This is the heart of how you’re going to grow your business via social. The more you talk about yourself and with greater clarity, the more you’re going to get out of this. This is the state of branding today. This is the state of social media today.

4. Connecting and collaborating with potential clients

GERSHBEIN: The untapped potential of your professional network is a goldmine. The question is how are you going to mine it. You can’t personalize an invitation to friend someone on Facebook, but you’re given that option on LinkedIn, and that’s where it starts. Effective social media really translates to managing conversations well, and that means coming at them from a perspective of collaboration.

So be sure to state why you want to connect and the value for both parties. Don’t rely on the generic default message. Your invitation should clearly explain the reason you want to connect, the mutual value you offer the recipient.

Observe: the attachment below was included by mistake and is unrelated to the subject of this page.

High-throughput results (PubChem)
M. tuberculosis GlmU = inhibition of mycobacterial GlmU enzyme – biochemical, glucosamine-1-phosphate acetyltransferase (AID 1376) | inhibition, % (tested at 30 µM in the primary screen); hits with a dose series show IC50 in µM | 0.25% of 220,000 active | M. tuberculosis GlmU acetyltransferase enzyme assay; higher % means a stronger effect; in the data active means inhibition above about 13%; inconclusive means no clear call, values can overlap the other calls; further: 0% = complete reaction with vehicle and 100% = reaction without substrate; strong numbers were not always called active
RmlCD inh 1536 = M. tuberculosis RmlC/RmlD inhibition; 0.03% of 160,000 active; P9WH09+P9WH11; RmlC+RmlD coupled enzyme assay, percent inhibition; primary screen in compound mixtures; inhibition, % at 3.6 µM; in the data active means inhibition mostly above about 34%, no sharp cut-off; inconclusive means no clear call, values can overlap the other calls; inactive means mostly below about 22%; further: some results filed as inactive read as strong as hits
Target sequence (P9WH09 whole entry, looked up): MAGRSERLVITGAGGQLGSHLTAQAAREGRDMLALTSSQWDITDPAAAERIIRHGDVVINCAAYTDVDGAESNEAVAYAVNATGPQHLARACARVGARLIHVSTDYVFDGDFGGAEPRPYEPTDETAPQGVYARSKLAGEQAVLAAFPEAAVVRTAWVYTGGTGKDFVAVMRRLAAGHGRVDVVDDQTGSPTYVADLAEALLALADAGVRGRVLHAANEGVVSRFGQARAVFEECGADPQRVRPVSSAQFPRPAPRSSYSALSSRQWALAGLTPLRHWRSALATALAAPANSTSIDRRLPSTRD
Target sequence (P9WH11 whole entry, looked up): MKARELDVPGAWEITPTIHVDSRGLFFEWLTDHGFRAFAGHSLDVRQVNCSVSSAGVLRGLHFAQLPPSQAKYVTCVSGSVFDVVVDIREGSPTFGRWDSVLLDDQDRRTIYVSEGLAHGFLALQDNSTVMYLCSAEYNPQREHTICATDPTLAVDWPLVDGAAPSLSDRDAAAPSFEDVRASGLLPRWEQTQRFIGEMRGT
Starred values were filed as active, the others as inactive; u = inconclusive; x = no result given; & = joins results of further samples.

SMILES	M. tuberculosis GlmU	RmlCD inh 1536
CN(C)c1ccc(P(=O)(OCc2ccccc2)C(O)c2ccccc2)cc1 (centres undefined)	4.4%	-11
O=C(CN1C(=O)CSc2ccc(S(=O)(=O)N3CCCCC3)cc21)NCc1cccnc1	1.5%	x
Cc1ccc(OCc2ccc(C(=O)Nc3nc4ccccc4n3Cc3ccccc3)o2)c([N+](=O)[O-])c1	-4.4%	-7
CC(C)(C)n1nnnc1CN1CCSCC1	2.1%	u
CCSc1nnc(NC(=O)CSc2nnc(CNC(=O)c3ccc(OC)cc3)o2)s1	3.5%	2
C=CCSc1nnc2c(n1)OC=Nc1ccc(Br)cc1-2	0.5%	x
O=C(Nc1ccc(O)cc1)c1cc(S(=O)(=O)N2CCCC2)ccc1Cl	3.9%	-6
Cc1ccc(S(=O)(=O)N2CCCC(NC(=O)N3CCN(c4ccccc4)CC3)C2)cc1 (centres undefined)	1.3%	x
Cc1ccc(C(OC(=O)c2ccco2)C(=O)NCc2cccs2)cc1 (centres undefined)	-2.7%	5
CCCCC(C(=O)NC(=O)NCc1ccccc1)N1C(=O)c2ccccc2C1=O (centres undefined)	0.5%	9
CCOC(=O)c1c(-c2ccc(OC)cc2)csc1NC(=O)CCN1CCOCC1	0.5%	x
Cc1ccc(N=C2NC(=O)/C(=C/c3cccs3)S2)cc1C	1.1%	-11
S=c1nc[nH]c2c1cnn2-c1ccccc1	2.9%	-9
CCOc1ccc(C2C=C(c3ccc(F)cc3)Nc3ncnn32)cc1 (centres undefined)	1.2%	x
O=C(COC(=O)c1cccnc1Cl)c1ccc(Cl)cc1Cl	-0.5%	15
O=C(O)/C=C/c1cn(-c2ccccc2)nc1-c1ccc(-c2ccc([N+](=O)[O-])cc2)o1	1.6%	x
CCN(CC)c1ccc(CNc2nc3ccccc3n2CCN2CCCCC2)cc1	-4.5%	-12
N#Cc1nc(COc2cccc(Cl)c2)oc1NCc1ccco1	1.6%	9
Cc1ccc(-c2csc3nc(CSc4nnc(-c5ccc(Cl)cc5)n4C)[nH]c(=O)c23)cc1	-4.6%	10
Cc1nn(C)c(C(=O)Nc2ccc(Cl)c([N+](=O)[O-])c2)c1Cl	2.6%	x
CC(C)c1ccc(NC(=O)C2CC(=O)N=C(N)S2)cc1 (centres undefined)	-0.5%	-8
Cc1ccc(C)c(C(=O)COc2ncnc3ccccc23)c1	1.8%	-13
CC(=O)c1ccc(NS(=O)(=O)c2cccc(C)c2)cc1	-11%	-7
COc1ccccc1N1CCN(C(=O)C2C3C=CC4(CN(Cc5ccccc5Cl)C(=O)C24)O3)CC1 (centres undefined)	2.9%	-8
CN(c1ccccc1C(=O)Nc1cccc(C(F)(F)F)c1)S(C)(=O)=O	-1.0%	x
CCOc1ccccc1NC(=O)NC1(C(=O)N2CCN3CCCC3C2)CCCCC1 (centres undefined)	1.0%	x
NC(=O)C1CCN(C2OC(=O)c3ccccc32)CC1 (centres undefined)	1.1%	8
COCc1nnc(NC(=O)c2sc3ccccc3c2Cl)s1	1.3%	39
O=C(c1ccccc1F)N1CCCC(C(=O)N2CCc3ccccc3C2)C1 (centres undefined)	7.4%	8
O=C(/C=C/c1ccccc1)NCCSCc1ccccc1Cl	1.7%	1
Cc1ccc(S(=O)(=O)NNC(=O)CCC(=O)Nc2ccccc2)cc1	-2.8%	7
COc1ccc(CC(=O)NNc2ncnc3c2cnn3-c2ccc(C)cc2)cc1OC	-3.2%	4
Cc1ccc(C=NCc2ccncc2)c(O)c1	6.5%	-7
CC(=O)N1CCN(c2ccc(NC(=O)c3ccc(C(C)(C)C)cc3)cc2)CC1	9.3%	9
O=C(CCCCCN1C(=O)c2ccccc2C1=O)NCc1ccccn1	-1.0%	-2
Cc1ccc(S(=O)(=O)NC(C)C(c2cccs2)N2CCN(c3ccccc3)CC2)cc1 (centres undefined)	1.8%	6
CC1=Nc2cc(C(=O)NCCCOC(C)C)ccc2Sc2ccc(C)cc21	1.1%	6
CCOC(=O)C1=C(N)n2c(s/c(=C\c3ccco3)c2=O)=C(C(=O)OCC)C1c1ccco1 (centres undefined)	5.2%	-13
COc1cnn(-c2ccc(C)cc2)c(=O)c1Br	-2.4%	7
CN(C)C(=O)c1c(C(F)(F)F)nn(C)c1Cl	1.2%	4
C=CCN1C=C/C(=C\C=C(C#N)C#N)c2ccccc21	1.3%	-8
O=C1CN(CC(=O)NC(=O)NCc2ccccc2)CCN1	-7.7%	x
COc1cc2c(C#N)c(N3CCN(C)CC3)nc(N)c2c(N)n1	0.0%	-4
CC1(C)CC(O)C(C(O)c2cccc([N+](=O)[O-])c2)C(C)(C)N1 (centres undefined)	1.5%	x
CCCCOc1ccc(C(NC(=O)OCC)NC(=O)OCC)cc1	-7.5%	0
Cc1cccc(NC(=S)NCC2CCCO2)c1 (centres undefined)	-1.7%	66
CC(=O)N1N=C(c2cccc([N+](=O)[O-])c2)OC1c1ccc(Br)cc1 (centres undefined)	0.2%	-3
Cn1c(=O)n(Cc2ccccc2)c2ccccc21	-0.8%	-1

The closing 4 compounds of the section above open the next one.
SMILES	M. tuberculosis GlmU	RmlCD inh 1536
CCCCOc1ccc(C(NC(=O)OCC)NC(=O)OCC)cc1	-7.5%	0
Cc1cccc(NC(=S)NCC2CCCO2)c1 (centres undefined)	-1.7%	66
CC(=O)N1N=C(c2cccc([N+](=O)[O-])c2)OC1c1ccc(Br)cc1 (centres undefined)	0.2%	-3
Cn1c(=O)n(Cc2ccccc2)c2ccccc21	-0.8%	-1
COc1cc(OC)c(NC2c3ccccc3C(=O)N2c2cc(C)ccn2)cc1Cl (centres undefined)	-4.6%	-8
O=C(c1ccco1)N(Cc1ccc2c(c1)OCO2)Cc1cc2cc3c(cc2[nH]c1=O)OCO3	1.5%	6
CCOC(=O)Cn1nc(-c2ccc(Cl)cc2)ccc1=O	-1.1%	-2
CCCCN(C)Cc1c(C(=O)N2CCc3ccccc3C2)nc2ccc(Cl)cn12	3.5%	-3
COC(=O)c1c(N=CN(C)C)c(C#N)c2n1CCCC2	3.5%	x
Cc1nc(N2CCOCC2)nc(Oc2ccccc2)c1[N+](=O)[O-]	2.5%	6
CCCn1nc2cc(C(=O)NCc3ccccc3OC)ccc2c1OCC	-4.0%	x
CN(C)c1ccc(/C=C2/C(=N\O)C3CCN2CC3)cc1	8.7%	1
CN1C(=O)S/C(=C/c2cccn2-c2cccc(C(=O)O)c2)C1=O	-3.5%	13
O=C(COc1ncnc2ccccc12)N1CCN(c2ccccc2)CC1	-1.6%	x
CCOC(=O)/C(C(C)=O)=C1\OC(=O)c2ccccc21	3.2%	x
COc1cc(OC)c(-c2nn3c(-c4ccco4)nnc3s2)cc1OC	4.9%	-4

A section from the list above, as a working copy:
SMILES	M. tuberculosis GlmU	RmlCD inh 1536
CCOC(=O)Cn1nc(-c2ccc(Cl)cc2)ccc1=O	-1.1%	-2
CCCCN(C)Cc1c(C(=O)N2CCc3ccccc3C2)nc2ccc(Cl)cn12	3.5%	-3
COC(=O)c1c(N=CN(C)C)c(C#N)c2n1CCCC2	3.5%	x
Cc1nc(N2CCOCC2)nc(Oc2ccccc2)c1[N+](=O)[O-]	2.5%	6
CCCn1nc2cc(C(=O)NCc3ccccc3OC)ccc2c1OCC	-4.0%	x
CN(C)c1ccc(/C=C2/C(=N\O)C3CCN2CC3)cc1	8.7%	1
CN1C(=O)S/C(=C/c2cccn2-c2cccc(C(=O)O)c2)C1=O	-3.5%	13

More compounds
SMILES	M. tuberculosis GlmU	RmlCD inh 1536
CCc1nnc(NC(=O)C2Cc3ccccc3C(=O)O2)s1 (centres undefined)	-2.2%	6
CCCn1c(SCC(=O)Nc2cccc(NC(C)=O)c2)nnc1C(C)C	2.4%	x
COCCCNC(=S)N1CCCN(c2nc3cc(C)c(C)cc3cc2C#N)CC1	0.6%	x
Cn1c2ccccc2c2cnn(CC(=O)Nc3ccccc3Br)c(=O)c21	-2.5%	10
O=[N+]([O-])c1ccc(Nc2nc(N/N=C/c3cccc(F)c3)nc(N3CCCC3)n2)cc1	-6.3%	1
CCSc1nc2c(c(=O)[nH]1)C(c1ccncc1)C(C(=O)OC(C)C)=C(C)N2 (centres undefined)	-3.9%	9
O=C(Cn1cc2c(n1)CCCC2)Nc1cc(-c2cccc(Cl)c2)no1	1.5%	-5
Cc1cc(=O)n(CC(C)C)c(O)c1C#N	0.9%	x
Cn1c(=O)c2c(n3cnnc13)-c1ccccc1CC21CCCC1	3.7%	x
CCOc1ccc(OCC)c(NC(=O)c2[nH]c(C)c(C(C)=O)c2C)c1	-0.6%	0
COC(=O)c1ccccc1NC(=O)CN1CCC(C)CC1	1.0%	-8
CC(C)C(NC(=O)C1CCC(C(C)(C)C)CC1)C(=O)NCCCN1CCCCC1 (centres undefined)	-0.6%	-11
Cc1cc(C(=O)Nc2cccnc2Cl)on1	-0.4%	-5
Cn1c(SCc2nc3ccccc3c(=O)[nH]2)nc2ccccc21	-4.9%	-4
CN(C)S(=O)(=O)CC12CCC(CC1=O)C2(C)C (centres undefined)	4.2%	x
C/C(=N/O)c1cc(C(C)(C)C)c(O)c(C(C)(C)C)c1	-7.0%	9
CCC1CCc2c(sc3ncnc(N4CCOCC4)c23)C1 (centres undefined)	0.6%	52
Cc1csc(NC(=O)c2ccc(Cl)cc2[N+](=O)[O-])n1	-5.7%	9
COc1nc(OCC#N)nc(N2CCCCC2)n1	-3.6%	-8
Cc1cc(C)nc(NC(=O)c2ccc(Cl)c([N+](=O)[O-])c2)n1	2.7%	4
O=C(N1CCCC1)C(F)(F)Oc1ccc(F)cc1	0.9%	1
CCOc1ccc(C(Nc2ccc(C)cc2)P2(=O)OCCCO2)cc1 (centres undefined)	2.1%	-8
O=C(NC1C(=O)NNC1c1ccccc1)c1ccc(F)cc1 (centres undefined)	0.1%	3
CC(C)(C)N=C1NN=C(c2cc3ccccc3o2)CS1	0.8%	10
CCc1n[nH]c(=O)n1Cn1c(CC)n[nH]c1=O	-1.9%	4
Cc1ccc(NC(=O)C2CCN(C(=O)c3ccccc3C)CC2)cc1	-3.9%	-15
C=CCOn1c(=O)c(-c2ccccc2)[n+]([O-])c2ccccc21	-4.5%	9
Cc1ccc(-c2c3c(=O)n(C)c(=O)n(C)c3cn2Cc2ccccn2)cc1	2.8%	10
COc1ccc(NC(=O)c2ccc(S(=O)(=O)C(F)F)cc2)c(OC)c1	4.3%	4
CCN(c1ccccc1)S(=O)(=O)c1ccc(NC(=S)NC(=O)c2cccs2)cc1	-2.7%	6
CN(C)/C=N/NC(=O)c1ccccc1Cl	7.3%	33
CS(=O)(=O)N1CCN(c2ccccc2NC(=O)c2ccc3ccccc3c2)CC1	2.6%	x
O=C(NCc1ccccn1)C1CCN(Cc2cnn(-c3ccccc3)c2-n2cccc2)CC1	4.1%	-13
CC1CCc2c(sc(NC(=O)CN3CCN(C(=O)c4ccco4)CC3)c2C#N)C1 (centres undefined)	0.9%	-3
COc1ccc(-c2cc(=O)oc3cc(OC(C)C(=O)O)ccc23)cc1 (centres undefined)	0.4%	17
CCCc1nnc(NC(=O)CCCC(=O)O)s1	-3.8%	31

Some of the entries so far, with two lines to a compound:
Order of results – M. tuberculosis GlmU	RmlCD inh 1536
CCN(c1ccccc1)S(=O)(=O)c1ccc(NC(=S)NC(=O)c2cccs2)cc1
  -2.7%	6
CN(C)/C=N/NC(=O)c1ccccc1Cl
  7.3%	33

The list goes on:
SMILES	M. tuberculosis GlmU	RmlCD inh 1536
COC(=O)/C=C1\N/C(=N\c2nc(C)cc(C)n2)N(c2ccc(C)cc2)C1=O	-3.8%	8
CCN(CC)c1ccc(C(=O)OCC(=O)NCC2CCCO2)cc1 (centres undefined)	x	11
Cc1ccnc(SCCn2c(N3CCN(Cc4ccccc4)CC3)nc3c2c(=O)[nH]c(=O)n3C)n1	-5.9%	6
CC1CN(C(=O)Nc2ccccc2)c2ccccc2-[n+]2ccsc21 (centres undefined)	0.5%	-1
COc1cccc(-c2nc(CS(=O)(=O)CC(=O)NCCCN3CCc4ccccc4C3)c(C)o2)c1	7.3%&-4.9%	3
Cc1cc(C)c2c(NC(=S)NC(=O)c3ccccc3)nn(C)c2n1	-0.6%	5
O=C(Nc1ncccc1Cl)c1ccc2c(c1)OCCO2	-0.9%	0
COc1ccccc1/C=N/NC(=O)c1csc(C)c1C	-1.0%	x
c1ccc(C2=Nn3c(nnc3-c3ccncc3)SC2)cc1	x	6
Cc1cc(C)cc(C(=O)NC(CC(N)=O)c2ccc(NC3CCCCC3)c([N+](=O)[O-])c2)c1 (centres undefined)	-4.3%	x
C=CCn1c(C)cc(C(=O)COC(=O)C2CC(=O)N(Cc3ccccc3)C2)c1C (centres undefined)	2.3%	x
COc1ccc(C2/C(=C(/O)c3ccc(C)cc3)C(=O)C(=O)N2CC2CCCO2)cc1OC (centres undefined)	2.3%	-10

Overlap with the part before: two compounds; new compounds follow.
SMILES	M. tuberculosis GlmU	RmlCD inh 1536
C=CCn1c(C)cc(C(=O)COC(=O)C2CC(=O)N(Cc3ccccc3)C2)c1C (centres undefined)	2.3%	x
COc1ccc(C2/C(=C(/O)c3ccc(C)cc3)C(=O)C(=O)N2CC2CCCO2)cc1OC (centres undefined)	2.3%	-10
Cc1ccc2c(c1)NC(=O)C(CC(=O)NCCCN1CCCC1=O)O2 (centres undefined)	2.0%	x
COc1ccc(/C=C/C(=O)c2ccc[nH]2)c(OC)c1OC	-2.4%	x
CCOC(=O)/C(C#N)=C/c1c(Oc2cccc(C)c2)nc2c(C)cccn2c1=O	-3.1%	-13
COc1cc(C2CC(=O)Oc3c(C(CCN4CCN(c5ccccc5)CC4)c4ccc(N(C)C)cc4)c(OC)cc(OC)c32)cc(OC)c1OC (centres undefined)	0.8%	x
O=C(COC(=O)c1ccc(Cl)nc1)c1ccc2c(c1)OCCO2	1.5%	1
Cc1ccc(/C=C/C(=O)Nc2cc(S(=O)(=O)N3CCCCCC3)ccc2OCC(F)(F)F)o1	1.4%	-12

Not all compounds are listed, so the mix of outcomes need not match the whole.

If you’ve accepted a connection, now what? Reach out. Here’s how: “Dear Mike, Thank you for the invitation to connect. In reviewing your profile, I believe we have many professional synergies worth exploring. When would be a good time to schedule a brief phone conversation with me?”

What happens when you end your email with an open-ended question? It prompts a reply. My batting average is very high with a strategy like this because I’m at least in the conversational game. Pulling those conversations out of the virtual world and into the real world is where the rubber hits the road. You’re trying to move a relationship forward and this is, to me, what gets lost.

5. Curate your network, beginning with weeding

GERSHBEIN: We’ve brought so many people into our social networks but we’re not doing anything with them. These are the relationships that are going to move the needle for you. And that’s where we need to invest energy.